By being a perfect movie tie-in, the comic becomes its own thing.


Writer, Erich Hoeber; artist, Diego Olmos; colorist, Marta Martinez; letterer, Wes Abbott; editor, Ben Abernathy; publisher, Wildstorm.

Red: Joe (November 2010)

So here’s a moderately all right comic book. These Red movie prequels are sort of silly, since it’s establishing a bunch of totally unnecessary backstory. This issue, Morgan Freeman–sorry, Joe–muses on the costs of being a CIA agent.

It’s mildly interesting musing because it’s set during the Cold War so there’s some decent spy stuff going on. The problem is the lack of full narrative brushstroke. It’s not a full story; it’s a partial story with an effective cold opening then basically an issue-long chase sequence.

Unfortunately, the chase sequence isn’t particularly interesting. Redondo isn’t a bad artist–he gives Freeman some youthful vigor while retaining the freckles (though the Brian Cox character looks nothing like young Brian Cox)–but he’s not much for composing action scenes.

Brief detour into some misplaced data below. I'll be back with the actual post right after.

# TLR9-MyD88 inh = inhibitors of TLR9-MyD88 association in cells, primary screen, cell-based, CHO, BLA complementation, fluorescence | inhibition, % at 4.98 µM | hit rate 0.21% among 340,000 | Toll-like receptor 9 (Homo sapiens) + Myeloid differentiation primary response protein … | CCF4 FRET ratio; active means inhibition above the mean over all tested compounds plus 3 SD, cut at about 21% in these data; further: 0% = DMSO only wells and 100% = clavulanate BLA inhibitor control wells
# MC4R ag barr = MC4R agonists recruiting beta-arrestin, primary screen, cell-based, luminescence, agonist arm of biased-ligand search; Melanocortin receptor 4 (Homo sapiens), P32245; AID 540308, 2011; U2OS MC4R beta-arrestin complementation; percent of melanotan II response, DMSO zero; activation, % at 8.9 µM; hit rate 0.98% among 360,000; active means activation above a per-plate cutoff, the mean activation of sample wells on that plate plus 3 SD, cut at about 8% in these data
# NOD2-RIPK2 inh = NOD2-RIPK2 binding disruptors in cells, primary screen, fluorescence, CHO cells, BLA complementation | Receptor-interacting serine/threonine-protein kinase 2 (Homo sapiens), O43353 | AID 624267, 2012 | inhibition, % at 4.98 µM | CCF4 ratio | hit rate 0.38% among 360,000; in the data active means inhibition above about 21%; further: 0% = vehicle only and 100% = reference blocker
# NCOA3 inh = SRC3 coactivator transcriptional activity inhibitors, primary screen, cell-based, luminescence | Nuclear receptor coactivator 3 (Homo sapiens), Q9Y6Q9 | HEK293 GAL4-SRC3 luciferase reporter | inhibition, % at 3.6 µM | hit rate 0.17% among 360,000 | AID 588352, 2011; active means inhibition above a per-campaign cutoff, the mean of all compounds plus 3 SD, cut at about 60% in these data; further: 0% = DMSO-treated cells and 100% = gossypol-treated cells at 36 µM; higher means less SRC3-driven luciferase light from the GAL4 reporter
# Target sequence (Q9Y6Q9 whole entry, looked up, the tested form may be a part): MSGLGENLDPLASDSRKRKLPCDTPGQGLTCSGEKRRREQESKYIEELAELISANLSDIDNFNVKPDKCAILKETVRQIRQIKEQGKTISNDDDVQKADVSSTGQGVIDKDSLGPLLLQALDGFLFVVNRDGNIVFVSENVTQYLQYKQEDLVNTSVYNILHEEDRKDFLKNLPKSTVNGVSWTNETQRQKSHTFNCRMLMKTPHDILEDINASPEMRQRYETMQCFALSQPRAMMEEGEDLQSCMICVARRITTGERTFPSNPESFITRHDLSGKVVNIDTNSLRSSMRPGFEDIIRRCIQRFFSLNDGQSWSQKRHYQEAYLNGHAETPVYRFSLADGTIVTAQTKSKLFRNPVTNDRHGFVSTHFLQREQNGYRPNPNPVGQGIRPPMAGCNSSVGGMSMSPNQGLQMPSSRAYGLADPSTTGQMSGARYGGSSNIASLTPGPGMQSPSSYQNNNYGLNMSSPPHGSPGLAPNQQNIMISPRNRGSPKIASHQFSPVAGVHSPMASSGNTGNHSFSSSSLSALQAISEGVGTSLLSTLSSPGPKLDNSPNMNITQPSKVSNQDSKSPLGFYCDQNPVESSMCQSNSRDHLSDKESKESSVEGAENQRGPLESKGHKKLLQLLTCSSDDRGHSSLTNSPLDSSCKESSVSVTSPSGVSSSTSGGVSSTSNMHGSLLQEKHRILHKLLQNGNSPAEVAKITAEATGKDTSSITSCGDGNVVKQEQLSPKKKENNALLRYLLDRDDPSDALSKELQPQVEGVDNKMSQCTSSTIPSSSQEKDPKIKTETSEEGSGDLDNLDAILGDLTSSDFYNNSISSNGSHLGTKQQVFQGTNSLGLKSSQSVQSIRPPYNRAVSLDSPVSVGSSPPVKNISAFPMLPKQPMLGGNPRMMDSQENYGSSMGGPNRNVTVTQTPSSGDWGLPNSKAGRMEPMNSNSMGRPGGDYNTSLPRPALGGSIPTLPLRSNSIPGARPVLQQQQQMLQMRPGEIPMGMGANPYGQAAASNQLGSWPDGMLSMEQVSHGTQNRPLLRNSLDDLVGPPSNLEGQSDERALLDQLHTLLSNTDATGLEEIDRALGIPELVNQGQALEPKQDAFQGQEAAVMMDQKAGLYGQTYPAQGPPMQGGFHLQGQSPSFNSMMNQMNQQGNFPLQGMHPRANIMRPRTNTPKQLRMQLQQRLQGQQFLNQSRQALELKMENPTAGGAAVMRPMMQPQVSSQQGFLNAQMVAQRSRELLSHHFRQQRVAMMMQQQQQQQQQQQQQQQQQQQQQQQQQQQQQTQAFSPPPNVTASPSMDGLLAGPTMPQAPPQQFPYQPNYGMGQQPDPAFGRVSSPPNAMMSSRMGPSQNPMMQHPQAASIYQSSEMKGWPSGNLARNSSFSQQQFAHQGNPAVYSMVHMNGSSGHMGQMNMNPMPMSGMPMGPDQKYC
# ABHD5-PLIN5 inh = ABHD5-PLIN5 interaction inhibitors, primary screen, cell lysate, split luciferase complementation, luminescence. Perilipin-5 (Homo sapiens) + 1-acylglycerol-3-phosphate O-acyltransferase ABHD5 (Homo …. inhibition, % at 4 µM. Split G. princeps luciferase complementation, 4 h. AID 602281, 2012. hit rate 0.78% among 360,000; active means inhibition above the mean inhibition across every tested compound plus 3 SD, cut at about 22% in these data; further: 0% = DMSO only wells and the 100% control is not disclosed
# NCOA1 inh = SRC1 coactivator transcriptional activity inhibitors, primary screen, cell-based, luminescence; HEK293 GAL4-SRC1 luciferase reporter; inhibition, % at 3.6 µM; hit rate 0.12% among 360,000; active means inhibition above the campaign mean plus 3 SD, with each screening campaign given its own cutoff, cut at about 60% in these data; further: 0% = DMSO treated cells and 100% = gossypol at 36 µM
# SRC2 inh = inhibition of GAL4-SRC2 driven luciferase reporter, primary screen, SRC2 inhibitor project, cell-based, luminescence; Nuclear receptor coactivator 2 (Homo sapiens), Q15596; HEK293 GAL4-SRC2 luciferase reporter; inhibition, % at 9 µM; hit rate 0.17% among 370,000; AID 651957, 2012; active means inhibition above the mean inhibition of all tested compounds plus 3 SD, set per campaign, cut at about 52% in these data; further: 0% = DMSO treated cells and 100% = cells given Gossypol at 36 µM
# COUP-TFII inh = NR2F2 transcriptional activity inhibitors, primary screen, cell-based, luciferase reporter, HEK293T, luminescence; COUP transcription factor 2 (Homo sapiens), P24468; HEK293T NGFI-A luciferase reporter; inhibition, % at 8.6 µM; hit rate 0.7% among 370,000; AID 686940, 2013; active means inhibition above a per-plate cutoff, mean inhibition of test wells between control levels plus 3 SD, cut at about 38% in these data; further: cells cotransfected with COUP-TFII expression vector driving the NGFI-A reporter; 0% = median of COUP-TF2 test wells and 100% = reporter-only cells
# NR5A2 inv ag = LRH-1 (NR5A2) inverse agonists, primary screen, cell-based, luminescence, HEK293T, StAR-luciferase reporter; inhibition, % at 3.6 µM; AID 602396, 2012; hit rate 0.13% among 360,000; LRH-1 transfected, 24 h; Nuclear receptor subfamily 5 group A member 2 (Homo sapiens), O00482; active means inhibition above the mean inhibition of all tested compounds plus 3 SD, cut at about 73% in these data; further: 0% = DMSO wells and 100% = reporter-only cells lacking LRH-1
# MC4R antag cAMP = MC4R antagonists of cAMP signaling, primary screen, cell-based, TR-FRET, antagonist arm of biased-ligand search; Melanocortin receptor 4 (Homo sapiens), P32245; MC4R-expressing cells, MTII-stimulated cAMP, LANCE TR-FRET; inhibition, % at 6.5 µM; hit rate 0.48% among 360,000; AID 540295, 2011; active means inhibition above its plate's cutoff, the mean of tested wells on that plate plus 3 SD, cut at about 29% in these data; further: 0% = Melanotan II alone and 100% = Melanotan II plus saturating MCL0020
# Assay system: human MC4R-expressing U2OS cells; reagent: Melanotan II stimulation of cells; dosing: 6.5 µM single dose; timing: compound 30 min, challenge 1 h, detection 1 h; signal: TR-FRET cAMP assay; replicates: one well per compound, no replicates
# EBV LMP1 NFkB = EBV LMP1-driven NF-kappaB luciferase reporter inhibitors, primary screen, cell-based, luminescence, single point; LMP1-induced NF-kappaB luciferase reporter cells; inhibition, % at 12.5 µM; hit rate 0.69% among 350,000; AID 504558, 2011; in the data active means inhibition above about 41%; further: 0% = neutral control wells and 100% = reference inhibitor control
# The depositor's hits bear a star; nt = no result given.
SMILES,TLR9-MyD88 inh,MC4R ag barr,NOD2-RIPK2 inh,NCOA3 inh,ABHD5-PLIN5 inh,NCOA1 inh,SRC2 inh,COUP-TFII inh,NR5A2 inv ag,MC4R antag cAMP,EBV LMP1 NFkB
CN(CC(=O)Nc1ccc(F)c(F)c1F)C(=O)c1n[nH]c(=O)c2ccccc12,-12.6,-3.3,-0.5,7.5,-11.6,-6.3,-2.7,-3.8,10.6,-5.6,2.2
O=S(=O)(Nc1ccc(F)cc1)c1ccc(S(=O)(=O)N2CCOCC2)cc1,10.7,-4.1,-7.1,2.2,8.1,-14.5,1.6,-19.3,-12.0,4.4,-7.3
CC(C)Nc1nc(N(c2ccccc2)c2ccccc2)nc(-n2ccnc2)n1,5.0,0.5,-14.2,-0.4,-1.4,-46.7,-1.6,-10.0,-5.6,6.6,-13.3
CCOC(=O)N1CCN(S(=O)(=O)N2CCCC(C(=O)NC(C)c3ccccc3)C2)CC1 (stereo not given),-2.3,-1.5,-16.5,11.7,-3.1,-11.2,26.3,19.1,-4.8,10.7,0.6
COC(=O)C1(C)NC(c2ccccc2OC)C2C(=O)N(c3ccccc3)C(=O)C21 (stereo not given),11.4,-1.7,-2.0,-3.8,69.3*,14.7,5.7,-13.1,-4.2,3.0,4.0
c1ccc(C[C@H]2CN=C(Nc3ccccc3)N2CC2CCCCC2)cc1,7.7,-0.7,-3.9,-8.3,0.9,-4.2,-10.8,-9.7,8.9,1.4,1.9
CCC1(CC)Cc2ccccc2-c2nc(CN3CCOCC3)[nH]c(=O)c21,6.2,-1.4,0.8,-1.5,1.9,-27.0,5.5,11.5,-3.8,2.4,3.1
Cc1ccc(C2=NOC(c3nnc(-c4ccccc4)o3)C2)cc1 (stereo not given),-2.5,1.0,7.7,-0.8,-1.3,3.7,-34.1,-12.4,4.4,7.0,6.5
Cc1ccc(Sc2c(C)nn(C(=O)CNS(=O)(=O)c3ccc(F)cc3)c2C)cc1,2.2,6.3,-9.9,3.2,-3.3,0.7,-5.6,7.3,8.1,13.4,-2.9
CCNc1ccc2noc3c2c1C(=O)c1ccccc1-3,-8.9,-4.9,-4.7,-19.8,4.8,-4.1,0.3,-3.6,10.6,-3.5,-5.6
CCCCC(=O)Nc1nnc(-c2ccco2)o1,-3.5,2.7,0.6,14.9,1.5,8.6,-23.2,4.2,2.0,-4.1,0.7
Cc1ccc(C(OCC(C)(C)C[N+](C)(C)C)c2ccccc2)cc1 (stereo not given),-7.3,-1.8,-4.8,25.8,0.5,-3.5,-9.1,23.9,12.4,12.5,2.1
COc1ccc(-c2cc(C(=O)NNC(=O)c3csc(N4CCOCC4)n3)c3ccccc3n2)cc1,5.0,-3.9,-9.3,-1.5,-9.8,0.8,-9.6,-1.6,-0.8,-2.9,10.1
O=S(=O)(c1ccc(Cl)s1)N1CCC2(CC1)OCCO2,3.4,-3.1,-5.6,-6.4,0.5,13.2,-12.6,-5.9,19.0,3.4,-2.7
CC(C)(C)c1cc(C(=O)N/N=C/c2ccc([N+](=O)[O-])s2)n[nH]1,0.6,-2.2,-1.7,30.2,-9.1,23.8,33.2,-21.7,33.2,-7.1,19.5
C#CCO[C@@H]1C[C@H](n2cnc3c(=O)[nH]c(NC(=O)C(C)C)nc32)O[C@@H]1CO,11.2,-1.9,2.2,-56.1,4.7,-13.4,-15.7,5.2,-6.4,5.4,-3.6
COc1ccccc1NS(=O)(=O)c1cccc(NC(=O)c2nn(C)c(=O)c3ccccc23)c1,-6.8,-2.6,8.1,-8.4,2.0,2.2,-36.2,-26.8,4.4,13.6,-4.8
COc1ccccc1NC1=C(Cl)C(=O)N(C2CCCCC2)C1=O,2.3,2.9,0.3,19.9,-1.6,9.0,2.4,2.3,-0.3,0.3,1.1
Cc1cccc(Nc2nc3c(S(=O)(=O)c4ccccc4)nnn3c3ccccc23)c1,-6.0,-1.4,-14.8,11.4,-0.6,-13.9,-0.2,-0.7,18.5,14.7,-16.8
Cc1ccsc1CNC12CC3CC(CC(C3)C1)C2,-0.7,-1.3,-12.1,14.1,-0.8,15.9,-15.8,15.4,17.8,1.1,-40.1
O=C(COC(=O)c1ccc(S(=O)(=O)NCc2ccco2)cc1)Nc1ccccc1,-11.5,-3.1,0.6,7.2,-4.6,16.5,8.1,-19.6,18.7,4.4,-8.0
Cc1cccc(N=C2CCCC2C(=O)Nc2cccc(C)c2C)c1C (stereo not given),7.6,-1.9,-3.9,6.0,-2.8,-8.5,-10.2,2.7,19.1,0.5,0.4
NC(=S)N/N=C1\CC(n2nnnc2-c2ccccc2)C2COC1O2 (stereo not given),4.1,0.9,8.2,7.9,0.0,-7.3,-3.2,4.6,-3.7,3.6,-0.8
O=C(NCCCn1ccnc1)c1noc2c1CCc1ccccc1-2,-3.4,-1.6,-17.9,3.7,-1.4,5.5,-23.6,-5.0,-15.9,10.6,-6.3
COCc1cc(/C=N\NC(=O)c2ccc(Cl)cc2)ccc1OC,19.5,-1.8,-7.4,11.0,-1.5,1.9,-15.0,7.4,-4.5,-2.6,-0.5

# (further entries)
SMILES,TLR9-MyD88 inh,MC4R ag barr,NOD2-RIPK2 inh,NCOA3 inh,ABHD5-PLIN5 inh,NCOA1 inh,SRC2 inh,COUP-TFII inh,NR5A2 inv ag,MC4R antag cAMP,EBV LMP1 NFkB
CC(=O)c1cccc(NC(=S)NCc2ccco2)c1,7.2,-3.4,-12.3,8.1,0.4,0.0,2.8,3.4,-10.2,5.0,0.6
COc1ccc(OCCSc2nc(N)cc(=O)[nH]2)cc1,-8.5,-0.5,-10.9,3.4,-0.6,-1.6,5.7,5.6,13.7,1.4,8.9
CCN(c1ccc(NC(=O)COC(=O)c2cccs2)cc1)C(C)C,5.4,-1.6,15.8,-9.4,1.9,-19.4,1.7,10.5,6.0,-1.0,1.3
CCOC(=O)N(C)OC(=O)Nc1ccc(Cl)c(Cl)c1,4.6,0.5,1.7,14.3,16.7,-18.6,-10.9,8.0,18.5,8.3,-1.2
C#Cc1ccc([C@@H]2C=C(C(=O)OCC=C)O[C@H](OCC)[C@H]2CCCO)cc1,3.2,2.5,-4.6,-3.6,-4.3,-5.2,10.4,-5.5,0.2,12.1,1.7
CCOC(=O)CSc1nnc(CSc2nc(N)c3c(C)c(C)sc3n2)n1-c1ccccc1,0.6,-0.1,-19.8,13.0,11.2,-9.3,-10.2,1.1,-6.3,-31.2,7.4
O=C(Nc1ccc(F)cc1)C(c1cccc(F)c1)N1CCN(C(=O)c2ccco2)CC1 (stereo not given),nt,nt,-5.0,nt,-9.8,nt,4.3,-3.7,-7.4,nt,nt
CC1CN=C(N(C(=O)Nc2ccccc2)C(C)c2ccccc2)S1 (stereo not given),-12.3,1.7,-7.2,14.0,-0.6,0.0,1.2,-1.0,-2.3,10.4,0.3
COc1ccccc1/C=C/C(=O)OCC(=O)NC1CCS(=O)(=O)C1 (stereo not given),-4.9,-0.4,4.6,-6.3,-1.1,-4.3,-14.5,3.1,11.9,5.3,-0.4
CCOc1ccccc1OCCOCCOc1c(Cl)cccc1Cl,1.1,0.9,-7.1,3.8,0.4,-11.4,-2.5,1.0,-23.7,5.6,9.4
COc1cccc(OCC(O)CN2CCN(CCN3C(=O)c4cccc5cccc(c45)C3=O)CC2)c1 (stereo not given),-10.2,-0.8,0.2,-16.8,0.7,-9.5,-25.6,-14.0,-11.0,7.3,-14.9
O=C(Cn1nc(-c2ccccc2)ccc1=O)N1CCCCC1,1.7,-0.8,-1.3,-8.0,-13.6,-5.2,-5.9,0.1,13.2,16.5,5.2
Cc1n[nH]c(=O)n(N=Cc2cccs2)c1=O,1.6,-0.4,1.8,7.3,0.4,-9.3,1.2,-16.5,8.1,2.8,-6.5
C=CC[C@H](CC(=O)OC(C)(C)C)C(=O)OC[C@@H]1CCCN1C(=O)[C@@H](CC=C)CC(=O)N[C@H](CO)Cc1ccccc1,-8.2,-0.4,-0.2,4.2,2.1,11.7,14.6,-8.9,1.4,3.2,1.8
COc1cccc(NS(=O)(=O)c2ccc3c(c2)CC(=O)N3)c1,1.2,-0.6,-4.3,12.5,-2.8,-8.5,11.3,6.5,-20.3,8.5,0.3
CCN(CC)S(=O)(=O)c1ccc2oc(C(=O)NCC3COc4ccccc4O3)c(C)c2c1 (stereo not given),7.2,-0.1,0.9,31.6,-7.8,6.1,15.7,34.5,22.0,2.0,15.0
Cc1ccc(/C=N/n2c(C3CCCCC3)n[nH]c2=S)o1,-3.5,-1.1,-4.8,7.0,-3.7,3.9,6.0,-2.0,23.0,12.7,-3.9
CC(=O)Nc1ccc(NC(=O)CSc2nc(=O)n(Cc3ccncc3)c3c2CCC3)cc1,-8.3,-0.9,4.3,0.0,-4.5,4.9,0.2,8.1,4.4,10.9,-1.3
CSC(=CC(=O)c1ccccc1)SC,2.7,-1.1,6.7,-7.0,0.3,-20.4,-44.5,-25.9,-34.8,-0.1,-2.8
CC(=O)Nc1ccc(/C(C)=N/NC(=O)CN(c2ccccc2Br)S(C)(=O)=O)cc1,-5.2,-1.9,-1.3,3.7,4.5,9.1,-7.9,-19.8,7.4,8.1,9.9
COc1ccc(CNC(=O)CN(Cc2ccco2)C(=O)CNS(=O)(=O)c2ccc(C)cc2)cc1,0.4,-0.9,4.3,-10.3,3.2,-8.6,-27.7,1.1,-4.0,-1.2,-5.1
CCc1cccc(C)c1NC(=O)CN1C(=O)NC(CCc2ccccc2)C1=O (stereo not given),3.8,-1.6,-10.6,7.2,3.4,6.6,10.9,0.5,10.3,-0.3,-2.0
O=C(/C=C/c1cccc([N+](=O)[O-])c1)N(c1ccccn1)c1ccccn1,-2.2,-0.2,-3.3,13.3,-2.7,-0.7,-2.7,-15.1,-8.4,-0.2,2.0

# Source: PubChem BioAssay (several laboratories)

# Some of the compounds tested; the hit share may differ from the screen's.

Still, the issue suggests with Wagner writing it, Joe could fuel a much longer, better illustrated eighties espionage comic book.


Writer, Doug Wagner; penciller, Bruno Redondo; inkers Pol Gas and Redondo; colorist, Tony Aviña; letterer, Salda Temolonte; editor, Ben Abernathy; publisher, Wildstorm.

Red: Frank (November 2010)

I’m not sure if the Jason Masters art is supposed to look like Cully Hammer or if it’s just the cheap Wildstorm house style. Regardless, it looks a lot like the original Red, but with some really slick, shiny computer coloring. Of course, Masters makes sure the protagonist, Frank, looks like Bruce Willis and the Morgan Freeman character looks like Morgan Freeman. Resembles, more like, in the latter case.